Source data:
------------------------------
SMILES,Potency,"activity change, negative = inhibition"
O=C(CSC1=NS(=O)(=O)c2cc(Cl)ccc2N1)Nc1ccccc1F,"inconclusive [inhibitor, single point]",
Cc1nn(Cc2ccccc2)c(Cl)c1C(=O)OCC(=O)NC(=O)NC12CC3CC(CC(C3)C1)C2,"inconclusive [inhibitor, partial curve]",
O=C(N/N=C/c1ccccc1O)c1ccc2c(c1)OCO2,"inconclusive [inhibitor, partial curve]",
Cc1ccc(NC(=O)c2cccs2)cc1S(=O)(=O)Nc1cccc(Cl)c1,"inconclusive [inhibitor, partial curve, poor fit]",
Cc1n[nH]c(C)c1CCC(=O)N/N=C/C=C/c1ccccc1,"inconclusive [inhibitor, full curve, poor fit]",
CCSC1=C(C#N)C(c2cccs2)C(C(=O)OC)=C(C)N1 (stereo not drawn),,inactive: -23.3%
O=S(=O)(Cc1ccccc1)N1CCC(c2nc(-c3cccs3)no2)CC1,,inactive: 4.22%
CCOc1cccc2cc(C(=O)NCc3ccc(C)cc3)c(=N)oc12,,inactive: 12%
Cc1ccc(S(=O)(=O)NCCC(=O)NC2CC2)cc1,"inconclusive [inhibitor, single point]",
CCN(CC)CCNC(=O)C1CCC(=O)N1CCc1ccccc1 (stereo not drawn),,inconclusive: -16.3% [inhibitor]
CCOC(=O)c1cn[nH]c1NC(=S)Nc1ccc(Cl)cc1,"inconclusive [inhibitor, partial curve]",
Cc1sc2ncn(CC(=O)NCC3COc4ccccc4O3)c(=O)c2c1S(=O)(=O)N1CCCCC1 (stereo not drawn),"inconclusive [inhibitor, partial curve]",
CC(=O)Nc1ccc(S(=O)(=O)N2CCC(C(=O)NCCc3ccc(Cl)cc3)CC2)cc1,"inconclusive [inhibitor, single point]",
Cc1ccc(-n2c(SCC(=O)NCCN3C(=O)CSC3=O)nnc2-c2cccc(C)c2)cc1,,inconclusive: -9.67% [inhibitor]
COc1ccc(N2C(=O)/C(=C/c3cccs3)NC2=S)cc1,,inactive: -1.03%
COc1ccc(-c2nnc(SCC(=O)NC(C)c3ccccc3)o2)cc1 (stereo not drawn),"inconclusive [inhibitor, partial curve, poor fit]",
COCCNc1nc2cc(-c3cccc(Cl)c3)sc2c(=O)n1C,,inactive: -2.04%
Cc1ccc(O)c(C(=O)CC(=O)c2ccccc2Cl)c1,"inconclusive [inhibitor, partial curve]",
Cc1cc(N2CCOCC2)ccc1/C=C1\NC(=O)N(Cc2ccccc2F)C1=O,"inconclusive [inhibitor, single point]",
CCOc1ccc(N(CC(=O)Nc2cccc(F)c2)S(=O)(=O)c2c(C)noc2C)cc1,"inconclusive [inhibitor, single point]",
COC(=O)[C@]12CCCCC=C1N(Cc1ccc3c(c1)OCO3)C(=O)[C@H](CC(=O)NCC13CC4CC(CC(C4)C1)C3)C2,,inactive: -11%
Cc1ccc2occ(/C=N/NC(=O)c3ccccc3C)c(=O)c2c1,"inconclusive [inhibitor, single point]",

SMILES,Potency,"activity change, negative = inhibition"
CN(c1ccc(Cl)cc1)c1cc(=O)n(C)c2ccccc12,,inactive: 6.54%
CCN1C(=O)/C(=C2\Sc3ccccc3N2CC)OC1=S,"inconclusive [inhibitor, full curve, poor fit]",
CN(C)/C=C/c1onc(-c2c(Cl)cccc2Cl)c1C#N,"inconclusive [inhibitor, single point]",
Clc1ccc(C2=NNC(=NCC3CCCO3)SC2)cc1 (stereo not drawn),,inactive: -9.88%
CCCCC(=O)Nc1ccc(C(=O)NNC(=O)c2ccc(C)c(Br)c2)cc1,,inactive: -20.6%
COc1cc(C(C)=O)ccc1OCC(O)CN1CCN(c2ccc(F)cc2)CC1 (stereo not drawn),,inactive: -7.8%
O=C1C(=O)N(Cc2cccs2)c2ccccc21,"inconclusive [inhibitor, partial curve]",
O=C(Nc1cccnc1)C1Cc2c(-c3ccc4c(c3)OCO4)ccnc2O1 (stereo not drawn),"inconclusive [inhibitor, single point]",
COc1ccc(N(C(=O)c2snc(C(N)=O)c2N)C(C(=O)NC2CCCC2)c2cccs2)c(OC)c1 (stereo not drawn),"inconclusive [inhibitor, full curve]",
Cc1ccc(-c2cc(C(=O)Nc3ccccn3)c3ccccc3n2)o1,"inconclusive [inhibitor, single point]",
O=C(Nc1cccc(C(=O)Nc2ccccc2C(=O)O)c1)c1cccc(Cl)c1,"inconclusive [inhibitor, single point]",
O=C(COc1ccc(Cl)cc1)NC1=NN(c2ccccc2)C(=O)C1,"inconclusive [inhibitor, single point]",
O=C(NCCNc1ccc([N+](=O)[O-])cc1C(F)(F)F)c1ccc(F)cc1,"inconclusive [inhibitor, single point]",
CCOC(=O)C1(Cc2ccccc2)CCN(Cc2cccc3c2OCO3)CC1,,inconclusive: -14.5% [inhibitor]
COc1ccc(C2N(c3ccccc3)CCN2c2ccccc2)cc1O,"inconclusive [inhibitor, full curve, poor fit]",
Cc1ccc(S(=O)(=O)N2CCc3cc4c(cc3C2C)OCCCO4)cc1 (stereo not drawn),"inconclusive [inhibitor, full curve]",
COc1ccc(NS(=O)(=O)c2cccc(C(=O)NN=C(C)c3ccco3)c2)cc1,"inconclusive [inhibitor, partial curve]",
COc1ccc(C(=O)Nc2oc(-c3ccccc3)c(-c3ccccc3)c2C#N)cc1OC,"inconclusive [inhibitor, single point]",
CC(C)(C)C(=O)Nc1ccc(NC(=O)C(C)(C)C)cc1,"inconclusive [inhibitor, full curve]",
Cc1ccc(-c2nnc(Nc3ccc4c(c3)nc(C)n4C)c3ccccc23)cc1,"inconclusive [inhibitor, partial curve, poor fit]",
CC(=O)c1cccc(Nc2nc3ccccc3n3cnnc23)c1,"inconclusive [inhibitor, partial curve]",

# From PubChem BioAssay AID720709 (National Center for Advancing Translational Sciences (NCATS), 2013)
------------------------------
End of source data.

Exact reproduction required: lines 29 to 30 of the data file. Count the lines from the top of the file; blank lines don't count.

CCCCC(=O)Nc1ccc(C(=O)NNC(=O)c2ccc(C)c(Br)c2)cc1,,inactive: -20.6%
COc1cc(C(C)=O)ccc1OCC(O)CN1CCN(c2ccc(F)cc2)CC1 (stereo not drawn),,inactive: -7.8%